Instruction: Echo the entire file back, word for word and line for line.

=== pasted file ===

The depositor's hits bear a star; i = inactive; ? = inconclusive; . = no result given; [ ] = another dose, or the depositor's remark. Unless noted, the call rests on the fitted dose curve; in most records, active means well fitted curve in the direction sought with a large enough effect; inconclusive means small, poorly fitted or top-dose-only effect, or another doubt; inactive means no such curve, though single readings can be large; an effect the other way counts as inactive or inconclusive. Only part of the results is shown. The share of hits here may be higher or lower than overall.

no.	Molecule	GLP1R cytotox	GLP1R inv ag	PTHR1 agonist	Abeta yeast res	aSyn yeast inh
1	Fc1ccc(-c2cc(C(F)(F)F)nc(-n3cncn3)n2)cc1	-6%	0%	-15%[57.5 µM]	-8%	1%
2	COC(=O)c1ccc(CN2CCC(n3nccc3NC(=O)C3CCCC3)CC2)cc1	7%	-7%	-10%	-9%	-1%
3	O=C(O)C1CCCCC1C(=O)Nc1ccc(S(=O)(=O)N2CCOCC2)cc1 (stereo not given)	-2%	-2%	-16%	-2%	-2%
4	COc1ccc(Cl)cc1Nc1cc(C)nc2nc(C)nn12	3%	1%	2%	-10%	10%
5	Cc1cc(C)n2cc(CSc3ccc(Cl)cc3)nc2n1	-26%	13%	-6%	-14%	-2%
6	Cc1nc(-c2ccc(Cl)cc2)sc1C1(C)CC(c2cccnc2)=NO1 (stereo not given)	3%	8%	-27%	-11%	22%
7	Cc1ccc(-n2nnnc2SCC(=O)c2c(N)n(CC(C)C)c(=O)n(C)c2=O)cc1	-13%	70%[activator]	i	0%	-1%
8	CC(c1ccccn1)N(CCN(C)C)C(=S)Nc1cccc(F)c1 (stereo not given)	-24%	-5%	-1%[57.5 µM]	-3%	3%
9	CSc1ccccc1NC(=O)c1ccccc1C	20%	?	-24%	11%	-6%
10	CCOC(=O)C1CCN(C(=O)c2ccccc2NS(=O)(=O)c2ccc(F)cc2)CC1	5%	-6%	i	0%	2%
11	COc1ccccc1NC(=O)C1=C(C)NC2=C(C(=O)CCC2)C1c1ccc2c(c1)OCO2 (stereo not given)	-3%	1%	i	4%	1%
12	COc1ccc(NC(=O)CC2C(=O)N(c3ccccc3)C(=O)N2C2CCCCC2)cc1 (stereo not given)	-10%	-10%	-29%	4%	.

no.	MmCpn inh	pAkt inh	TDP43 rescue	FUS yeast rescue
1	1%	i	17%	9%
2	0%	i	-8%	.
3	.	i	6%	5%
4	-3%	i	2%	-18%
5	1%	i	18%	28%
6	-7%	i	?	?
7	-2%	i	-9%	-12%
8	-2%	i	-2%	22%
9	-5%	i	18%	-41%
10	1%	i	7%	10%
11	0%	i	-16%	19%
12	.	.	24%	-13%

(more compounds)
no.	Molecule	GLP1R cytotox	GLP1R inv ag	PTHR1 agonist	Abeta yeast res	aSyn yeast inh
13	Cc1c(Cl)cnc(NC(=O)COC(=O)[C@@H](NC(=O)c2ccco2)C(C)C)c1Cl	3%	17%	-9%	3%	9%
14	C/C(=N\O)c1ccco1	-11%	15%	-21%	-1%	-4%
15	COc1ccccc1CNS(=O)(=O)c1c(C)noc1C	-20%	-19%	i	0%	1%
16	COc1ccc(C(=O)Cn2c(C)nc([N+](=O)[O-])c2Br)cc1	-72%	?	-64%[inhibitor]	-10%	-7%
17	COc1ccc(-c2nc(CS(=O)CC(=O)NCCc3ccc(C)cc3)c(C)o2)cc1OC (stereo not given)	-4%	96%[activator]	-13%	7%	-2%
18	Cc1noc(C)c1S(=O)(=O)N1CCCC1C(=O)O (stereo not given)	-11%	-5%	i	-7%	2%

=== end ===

The depositor's hits bear a star; i = inactive; ? = inconclusive; . = no result given; [ ] = another dose, or the depositor's remark. Unless noted, the call rests on the fitted dose curve; in most records, active means well fitted curve in the direction sought with a large enough effect; inconclusive means small, poorly fitted or top-dose-only effect, or another doubt; inactive means no such curve, though single readings can be large; an effect the other way counts as inactive or inconclusive. Only part of the results is shown. The share of hits here may be higher or lower than overall.

no.	Molecule	GLP1R cytotox	GLP1R inv ag	PTHR1 agonist	Abeta yeast res	aSyn yeast inh
1	Fc1ccc(-c2cc(C(F)(F)F)nc(-n3cncn3)n2)cc1	-6%	0%	-15%[57.5 µM]	-8%	1%
2	COC(=O)c1ccc(CN2CCC(n3nccc3NC(=O)C3CCCC3)CC2)cc1	7%	-7%	-10%	-9%	-1%
3	O=C(O)C1CCCCC1C(=O)Nc1ccc(S(=O)(=O)N2CCOCC2)cc1 (stereo not given)	-2%	-2%	-16%	-2%	-2%
4	COc1ccc(Cl)cc1Nc1cc(C)nc2nc(C)nn12	3%	1%	2%	-10%	10%
5	Cc1cc(C)n2cc(CSc3ccc(Cl)cc3)nc2n1	-26%	13%	-6%	-14%	-2%
6	Cc1nc(-c2ccc(Cl)cc2)sc1C1(C)CC(c2cccnc2)=NO1 (stereo not given)	3%	8%	-27%	-11%	22%
7	Cc1ccc(-n2nnnc2SCC(=O)c2c(N)n(CC(C)C)c(=O)n(C)c2=O)cc1	-13%	70%[activator]	i	0%	-1%
8	CC(c1ccccn1)N(CCN(C)C)C(=S)Nc1cccc(F)c1 (stereo not given)	-24%	-5%	-1%[57.5 µM]	-3%	3%
9	CSc1ccccc1NC(=O)c1ccccc1C	20%	?	-24%	11%	-6%
10	CCOC(=O)C1CCN(C(=O)c2ccccc2NS(=O)(=O)c2ccc(F)cc2)CC1	5%	-6%	i	0%	2%
11	COc1ccccc1NC(=O)C1=C(C)NC2=C(C(=O)CCC2)C1c1ccc2c(c1)OCO2 (stereo not given)	-3%	1%	i	4%	1%
12	COc1ccc(NC(=O)CC2C(=O)N(c3ccccc3)C(=O)N2C2CCCCC2)cc1 (stereo not given)	-10%	-10%	-29%	4%	.

no.	MmCpn inh	pAkt inh	TDP43 rescue	FUS yeast rescue
1	1%	i	17%	9%
2	0%	i	-8%	.
3	.	i	6%	5%
4	-3%	i	2%	-18%
5	1%	i	18%	28%
6	-7%	i	?	?
7	-2%	i	-9%	-12%
8	-2%	i	-2%	22%
9	-5%	i	18%	-41%
10	1%	i	7%	10%
11	0%	i	-16%	19%
12	.	.	24%	-13%

(more compounds)
no.	Molecule	GLP1R cytotox	GLP1R inv ag	PTHR1 agonist	Abeta yeast res	aSyn yeast inh
13	Cc1c(Cl)cnc(NC(=O)COC(=O)[C@@H](NC(=O)c2ccco2)C(C)C)c1Cl	3%	17%	-9%	3%	9%
14	C/C(=N\O)c1ccco1	-11%	15%	-21%	-1%	-4%
15	COc1ccccc1CNS(=O)(=O)c1c(C)noc1C	-20%	-19%	i	0%	1%
16	COc1ccc(C(=O)Cn2c(C)nc([N+](=O)[O-])c2Br)cc1	-72%	?	-64%[inhibitor]	-10%	-7%
17	COc1ccc(-c2nc(CS(=O)CC(=O)NCCc3ccc(C)cc3)c(C)o2)cc1OC (stereo not given)	-4%	96%[activator]	-13%	7%	-2%
18	Cc1noc(C)c1S(=O)(=O)N1CCCC1C(=O)O (stereo not given)	-11%	-5%	i	-7%	2%